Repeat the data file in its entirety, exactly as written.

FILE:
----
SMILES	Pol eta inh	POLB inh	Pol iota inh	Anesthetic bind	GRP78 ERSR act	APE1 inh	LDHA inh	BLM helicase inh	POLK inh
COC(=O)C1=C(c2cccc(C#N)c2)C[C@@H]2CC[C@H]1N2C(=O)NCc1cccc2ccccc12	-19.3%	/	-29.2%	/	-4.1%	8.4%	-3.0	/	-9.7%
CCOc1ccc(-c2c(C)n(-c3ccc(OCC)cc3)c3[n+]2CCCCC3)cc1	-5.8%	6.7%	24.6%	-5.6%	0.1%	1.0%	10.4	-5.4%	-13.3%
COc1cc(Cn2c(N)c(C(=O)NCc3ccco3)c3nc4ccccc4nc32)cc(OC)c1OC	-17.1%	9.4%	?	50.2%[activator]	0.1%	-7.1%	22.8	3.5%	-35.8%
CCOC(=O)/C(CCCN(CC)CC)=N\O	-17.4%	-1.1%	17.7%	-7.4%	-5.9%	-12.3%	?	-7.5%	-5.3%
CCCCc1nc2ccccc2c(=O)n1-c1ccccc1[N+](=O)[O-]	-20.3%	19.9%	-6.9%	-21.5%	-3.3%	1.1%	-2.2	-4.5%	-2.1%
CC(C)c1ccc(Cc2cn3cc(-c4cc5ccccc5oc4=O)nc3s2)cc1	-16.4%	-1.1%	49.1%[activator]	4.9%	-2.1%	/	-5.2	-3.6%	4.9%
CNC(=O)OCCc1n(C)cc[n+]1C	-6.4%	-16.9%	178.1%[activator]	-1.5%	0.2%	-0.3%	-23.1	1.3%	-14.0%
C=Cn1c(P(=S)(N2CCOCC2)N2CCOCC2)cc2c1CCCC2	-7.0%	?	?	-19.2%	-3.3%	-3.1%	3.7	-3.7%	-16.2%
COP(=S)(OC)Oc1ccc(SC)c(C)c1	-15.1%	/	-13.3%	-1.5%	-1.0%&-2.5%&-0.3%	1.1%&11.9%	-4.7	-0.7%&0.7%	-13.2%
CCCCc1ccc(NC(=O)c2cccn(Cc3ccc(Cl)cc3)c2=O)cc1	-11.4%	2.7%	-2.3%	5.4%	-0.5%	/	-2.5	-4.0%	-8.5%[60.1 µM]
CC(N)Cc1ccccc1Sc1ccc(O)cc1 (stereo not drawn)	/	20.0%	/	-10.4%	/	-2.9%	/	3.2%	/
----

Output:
SMILES	Pol eta inh	POLB inh	Pol iota inh	Anesthetic bind	GRP78 ERSR act	APE1 inh	LDHA inh	BLM helicase inh	POLK inh
COC(=O)C1=C(c2cccc(C#N)c2)C[C@@H]2CC[C@H]1N2C(=O)NCc1cccc2ccccc12	-19.3%	/	-29.2%	/	-4.1%	8.4%	-3.0	/	-9.7%
CCOc1ccc(-c2c(C)n(-c3ccc(OCC)cc3)c3[n+]2CCCCC3)cc1	-5.8%	6.7%	24.6%	-5.6%	0.1%	1.0%	10.4	-5.4%	-13.3%
COc1cc(Cn2c(N)c(C(=O)NCc3ccco3)c3nc4ccccc4nc32)cc(OC)c1OC	-17.1%	9.4%	?	50.2%[activator]	0.1%	-7.1%	22.8	3.5%	-35.8%
CCOC(=O)/C(CCCN(CC)CC)=N\O	-17.4%	-1.1%	17.7%	-7.4%	-5.9%	-12.3%	?	-7.5%	-5.3%
CCCCc1nc2ccccc2c(=O)n1-c1ccccc1[N+](=O)[O-]	-20.3%	19.9%	-6.9%	-21.5%	-3.3%	1.1%	-2.2	-4.5%	-2.1%
CC(C)c1ccc(Cc2cn3cc(-c4cc5ccccc5oc4=O)nc3s2)cc1	-16.4%	-1.1%	49.1%[activator]	4.9%	-2.1%	/	-5.2	-3.6%	4.9%
CNC(=O)OCCc1n(C)cc[n+]1C	-6.4%	-16.9%	178.1%[activator]	-1.5%	0.2%	-0.3%	-23.1	1.3%	-14.0%
C=Cn1c(P(=S)(N2CCOCC2)N2CCOCC2)cc2c1CCCC2	-7.0%	?	?	-19.2%	-3.3%	-3.1%	3.7	-3.7%	-16.2%
COP(=S)(OC)Oc1ccc(SC)c(C)c1	-15.1%	/	-13.3%	-1.5%	-1.0%&-2.5%&-0.3%	1.1%&11.9%	-4.7	-0.7%&0.7%	-13.2%
CCCCc1ccc(NC(=O)c2cccn(Cc3ccc(Cl)cc3)c2=O)cc1	-11.4%	2.7%	-2.3%	5.4%	-0.5%	/	-2.5	-4.0%	-8.5%[60.1 µM]
CC(N)Cc1ccccc1Sc1ccc(O)cc1 (stereo not drawn)	/	20.0%	/	-10.4%	/	-2.9%	/	3.2%	/